Despite New Study That Says Coronavirus is Not Sexually Transmitted, Americans Advised to be Cautious

Despite New Study That Says Coronavirus is Not Sexually Transmitted, Americans Advised to be Cautious

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Daniel Duffy
Contributor on The Bipartisan Press

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American physician Dr. Marc Siegel, appearing on the Tucker Carlson Tonight show, told host Tucker Carlson that despite findings that coronavirus cannot be sexually transmitted, there are still risks involved with having sex during the pandemic.

Dr. Siegel is referring to the new study conducted by researchers at the University of Utah and Huazhong University of Science and Technology. The researchers analyzed the semen from 34 Chinese men one month after they had tested positive for coronavirus. The results revealed that there were no traces of COVID-19 within their semen samples.

“The fact that in this small, preliminary study that it appears the virus that causes COVID-19 doesn’t show up in the testes or semen could be an important finding,” said Dr. James M. Hotaling, co-author of the study and professor at the University of Utah. “If a disease like COVID-19 were sexually transmittable that would have major implications for disease prevention and could have serious consequences for a man’s long-term reproductive health.”

Dr. Siegel emphasized that while this was certainly good news, people should not be getting “too excited” if they think this means they can start having sex with those outside their household.

“With all the asymptomatic spread going around of this virus, what are the chances that you can actually follow social distancing under those circumstances?” he warned.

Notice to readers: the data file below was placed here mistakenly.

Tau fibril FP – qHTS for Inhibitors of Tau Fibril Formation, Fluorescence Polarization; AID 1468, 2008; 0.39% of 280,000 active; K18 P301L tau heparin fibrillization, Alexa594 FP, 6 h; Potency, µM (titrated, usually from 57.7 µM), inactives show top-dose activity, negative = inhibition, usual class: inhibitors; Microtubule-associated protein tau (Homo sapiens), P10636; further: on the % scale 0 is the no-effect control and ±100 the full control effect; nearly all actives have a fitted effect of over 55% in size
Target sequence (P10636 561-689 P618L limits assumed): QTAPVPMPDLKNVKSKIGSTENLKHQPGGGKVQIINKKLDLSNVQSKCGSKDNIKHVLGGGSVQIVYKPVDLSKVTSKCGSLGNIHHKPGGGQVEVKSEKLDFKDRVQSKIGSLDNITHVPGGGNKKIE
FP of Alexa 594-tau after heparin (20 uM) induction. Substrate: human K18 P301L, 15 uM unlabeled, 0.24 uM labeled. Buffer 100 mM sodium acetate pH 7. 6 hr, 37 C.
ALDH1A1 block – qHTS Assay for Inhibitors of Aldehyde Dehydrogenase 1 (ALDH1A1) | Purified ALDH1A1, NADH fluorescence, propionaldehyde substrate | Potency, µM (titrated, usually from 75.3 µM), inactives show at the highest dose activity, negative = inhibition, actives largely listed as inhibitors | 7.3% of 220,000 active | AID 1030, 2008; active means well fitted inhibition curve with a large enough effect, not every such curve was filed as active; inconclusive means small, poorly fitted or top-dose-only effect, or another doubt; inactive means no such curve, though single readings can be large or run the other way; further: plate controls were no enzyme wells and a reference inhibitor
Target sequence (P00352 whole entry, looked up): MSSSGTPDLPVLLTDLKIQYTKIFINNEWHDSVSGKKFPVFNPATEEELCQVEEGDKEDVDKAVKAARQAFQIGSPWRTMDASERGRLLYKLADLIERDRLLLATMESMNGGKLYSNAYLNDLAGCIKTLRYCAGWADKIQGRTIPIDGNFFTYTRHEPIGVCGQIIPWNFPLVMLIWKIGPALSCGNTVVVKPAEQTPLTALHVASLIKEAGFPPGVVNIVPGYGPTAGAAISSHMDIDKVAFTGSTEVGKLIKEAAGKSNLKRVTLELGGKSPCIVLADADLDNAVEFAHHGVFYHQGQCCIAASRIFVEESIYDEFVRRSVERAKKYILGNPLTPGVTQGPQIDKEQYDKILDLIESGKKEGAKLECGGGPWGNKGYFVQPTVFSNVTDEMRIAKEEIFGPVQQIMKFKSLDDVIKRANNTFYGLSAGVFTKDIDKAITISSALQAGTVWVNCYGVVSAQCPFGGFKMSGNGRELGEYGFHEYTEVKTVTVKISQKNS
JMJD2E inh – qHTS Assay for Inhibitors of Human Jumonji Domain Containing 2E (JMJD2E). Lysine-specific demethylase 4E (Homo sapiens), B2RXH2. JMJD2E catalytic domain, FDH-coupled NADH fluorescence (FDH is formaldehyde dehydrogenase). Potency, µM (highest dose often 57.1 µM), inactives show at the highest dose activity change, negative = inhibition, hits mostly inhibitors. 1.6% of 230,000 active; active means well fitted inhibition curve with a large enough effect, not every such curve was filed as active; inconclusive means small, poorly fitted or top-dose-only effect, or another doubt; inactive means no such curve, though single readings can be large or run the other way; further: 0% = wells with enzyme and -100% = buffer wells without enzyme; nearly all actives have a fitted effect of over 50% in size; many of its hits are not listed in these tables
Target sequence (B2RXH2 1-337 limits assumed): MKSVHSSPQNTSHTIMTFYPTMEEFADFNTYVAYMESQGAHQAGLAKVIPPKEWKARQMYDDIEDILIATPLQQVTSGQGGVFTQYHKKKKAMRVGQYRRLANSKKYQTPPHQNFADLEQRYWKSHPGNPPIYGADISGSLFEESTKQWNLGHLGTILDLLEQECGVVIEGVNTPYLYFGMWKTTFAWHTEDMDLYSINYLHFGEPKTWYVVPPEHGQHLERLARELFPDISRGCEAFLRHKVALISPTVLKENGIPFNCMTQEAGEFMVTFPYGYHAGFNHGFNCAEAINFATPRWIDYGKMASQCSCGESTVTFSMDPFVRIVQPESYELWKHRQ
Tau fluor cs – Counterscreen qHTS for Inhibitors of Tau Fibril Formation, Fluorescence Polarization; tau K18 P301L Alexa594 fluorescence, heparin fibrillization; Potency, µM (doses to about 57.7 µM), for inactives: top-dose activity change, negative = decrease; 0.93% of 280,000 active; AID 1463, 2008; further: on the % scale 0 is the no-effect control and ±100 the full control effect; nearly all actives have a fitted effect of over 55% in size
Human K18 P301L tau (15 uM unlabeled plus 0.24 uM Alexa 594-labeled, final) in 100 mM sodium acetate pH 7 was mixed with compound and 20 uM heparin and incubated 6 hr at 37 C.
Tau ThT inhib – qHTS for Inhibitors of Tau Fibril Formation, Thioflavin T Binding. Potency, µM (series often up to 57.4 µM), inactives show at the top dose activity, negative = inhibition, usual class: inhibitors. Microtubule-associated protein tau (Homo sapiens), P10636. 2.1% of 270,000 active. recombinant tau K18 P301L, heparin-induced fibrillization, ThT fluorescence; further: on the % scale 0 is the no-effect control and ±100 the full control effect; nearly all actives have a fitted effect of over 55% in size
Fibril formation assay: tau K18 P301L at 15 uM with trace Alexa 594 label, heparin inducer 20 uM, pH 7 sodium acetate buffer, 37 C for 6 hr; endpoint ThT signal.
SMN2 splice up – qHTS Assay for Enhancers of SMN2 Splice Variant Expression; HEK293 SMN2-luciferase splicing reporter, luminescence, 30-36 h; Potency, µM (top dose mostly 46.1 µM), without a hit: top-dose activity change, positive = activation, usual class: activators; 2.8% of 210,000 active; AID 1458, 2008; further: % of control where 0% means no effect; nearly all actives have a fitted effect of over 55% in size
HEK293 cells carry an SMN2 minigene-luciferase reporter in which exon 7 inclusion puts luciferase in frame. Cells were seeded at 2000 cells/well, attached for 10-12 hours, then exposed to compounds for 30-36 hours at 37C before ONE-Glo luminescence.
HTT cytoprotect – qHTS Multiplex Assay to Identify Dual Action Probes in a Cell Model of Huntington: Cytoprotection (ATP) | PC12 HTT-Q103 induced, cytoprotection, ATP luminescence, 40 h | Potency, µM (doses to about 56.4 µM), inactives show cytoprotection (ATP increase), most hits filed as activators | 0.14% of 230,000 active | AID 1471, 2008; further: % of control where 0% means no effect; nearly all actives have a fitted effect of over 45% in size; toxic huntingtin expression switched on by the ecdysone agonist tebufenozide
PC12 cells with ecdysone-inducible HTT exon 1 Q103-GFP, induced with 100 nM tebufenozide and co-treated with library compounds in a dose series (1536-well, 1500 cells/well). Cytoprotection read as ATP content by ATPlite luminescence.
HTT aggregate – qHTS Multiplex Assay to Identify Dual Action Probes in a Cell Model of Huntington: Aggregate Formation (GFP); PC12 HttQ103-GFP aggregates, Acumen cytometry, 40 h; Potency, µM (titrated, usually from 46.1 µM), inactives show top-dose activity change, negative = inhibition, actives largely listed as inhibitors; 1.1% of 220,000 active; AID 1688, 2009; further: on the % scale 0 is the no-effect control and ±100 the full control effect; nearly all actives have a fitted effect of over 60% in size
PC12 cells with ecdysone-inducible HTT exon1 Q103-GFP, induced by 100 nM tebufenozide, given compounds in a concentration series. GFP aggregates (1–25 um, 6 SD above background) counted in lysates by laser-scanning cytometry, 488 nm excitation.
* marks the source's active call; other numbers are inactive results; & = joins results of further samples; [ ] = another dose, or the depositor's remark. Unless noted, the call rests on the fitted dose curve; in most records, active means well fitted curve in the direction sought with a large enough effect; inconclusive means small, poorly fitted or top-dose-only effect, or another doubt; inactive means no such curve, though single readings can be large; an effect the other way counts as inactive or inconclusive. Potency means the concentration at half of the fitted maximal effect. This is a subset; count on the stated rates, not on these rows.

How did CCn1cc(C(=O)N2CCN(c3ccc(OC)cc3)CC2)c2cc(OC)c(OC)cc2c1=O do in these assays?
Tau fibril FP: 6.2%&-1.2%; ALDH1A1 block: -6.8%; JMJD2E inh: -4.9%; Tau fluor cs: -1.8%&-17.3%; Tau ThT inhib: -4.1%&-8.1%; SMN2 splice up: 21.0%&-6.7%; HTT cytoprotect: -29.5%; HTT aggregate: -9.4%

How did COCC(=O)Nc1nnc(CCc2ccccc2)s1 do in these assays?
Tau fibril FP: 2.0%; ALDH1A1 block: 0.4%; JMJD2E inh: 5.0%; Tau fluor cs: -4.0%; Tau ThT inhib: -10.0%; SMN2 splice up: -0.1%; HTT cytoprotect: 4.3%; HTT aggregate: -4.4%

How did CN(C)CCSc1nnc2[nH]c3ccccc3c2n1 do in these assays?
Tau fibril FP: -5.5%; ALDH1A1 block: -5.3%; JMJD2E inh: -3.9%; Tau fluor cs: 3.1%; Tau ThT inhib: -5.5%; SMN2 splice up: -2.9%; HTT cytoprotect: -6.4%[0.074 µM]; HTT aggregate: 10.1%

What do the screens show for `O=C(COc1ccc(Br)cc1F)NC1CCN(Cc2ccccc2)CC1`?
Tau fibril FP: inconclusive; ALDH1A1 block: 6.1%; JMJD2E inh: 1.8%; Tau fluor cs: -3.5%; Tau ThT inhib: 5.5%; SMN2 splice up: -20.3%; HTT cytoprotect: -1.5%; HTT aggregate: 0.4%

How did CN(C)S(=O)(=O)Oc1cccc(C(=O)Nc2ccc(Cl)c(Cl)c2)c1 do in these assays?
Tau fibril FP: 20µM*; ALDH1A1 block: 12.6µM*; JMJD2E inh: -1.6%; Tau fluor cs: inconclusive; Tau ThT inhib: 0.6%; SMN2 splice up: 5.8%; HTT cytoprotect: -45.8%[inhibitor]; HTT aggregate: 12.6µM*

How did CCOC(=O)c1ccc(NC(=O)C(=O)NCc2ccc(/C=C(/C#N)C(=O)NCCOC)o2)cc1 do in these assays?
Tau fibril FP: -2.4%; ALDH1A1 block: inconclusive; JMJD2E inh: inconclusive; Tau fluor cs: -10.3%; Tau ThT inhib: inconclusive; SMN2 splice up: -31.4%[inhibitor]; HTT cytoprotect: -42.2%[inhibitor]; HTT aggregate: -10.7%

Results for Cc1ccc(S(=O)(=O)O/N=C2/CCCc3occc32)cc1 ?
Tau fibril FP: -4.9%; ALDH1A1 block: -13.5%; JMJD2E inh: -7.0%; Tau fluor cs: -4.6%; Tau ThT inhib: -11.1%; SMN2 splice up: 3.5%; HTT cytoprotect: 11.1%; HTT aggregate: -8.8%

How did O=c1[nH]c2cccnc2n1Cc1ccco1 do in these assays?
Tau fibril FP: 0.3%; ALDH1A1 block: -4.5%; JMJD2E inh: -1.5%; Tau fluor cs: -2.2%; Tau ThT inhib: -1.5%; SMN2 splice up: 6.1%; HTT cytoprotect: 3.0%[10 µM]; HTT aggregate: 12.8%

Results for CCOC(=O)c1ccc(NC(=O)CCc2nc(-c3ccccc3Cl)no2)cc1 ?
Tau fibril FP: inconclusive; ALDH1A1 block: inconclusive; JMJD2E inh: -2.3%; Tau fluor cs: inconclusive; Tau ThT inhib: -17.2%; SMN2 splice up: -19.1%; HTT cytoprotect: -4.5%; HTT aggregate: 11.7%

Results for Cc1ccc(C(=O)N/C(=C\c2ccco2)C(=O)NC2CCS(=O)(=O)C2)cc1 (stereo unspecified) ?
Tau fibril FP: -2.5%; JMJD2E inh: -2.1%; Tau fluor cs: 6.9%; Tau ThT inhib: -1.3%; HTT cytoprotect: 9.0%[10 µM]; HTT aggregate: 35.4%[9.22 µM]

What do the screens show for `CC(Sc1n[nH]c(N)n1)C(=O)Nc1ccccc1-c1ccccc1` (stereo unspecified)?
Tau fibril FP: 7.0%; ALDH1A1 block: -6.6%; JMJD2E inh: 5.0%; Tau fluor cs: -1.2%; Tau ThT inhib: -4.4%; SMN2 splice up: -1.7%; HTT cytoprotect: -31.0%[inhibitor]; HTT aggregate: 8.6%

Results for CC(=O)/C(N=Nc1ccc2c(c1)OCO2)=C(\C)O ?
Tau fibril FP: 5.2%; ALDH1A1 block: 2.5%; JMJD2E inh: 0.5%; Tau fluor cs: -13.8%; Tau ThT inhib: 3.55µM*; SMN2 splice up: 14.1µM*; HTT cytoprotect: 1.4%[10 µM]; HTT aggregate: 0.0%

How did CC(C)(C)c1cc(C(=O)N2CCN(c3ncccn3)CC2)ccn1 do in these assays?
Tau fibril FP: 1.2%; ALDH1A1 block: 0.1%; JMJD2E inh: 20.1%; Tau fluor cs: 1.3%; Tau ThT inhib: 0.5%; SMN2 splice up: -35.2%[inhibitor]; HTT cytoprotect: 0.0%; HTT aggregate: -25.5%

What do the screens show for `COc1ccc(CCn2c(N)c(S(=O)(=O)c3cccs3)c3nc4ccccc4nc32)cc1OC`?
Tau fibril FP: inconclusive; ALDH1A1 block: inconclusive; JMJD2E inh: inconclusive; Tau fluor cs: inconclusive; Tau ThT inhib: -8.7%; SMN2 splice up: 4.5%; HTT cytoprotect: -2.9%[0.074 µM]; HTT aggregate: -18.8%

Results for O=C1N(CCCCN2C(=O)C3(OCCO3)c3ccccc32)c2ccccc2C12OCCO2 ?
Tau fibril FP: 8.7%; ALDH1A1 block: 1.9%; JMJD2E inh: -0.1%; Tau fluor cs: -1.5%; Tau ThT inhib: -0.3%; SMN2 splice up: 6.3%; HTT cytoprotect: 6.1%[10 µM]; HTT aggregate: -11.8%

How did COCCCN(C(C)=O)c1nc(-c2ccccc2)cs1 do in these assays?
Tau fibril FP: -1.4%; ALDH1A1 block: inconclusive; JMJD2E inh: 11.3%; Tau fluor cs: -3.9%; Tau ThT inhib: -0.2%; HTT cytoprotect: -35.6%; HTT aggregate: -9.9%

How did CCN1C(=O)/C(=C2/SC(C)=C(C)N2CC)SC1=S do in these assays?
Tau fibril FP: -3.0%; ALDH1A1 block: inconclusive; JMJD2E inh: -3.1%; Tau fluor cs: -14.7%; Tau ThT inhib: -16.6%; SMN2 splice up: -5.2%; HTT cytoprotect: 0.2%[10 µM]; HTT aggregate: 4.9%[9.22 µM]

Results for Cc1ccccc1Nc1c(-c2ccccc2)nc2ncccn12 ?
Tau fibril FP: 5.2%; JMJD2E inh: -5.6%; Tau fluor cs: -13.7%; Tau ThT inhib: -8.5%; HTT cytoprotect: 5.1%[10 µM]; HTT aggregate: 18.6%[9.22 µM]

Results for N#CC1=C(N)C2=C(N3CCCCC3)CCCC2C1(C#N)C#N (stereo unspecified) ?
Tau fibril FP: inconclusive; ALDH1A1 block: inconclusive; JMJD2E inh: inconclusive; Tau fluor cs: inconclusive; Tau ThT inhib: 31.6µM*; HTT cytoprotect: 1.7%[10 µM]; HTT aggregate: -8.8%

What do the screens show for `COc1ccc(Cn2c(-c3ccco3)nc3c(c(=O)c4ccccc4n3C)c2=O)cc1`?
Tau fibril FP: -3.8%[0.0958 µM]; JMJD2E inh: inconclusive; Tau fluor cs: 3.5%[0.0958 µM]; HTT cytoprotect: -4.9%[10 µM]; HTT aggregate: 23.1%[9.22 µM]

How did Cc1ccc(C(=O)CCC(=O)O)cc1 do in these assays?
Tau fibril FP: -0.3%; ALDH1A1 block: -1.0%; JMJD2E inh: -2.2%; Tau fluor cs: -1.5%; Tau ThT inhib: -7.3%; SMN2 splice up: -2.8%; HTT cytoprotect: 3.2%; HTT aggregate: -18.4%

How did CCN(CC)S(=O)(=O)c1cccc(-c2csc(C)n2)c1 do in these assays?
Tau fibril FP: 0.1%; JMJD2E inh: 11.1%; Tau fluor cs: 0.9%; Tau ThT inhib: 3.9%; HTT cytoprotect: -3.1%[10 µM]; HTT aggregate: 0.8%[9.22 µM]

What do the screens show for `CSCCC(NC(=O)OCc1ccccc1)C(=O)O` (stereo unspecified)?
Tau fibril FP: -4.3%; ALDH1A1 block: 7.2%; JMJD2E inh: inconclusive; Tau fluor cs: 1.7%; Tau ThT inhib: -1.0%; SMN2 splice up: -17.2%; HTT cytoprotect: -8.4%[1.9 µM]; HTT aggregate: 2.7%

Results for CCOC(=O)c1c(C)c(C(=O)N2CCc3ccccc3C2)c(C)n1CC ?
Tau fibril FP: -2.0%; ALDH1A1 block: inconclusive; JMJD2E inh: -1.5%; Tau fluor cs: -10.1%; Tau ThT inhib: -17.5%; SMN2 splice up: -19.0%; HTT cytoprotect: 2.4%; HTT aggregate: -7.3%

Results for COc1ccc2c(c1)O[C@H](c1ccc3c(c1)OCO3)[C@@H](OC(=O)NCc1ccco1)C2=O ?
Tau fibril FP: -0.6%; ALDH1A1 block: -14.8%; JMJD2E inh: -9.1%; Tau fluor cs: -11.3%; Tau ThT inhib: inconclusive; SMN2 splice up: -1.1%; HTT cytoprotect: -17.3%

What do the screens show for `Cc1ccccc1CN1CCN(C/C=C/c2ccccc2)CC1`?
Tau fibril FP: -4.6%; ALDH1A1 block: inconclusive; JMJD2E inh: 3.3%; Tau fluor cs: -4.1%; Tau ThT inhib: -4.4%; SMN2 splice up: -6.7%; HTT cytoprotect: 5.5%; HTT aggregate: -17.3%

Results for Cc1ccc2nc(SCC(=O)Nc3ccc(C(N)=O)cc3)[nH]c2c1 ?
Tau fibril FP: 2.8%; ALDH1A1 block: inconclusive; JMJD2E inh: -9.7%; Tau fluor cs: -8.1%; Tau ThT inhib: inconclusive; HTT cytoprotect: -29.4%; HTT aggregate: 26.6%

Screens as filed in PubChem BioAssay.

If someone is asymptomatic, they show no symptoms of having the virus but can still easily spread it, and the virus can spread in several ways. You can still catch the virus from physical contact with someone infected, touching contaminated surfaces, and through exposure to infected respiratory droplets.

Dr. Siegel then went on to discuss the new antibody “surveillance studies that are coming out” across the United States.

In Santa Clara County, Calif., research was done by Stanford University researchers on the prevalence of “antibodies to SARS-CoV-2 in a sample of 3,330 people.” From the results, the researchers estimated that up to 4.16 percent of the county’s population had already contracted the virus. They further noted that the “prevalence of SARS-CoV-2 antibodies in Santa Clara County implies that the infection is much more widespread than indicated by the number of confirmed cases.”

SARS-CoV-2 is a scientific term for COVID-19.

Moreover, according to a preliminary study by researchers from the University of Miami, it is likely that 6 percent of Miami-Dade’s population have been infected with coronavirus. The University of Miami conducted two weeks of COVID-19 antibody testing where 1,400 Miami-Dade residents were tested. Half of the people in the study who tested positive for antibodies said they experienced no symptoms.

Dr. Siegel told Carlson that all these results imply that not only is the virus more widespread than initially thought, but there may be many more asymptomatic cases as well. 

“To give you an idea what those numbers mean, for 10,000 diagnosed cases in Miami Dade County, there’s about 180,000 people out there that probably have had asymptomatic spread and don’t know it by these figures,” Dr. Siegl remarked.

The United States currently has the most confirmed cases in the world and the highest death toll, at more than 52,000 deaths. In New York City, the epicenter of the outbreak, it was found that 21 percent of citizens who were tested had coronavirus antibodies.

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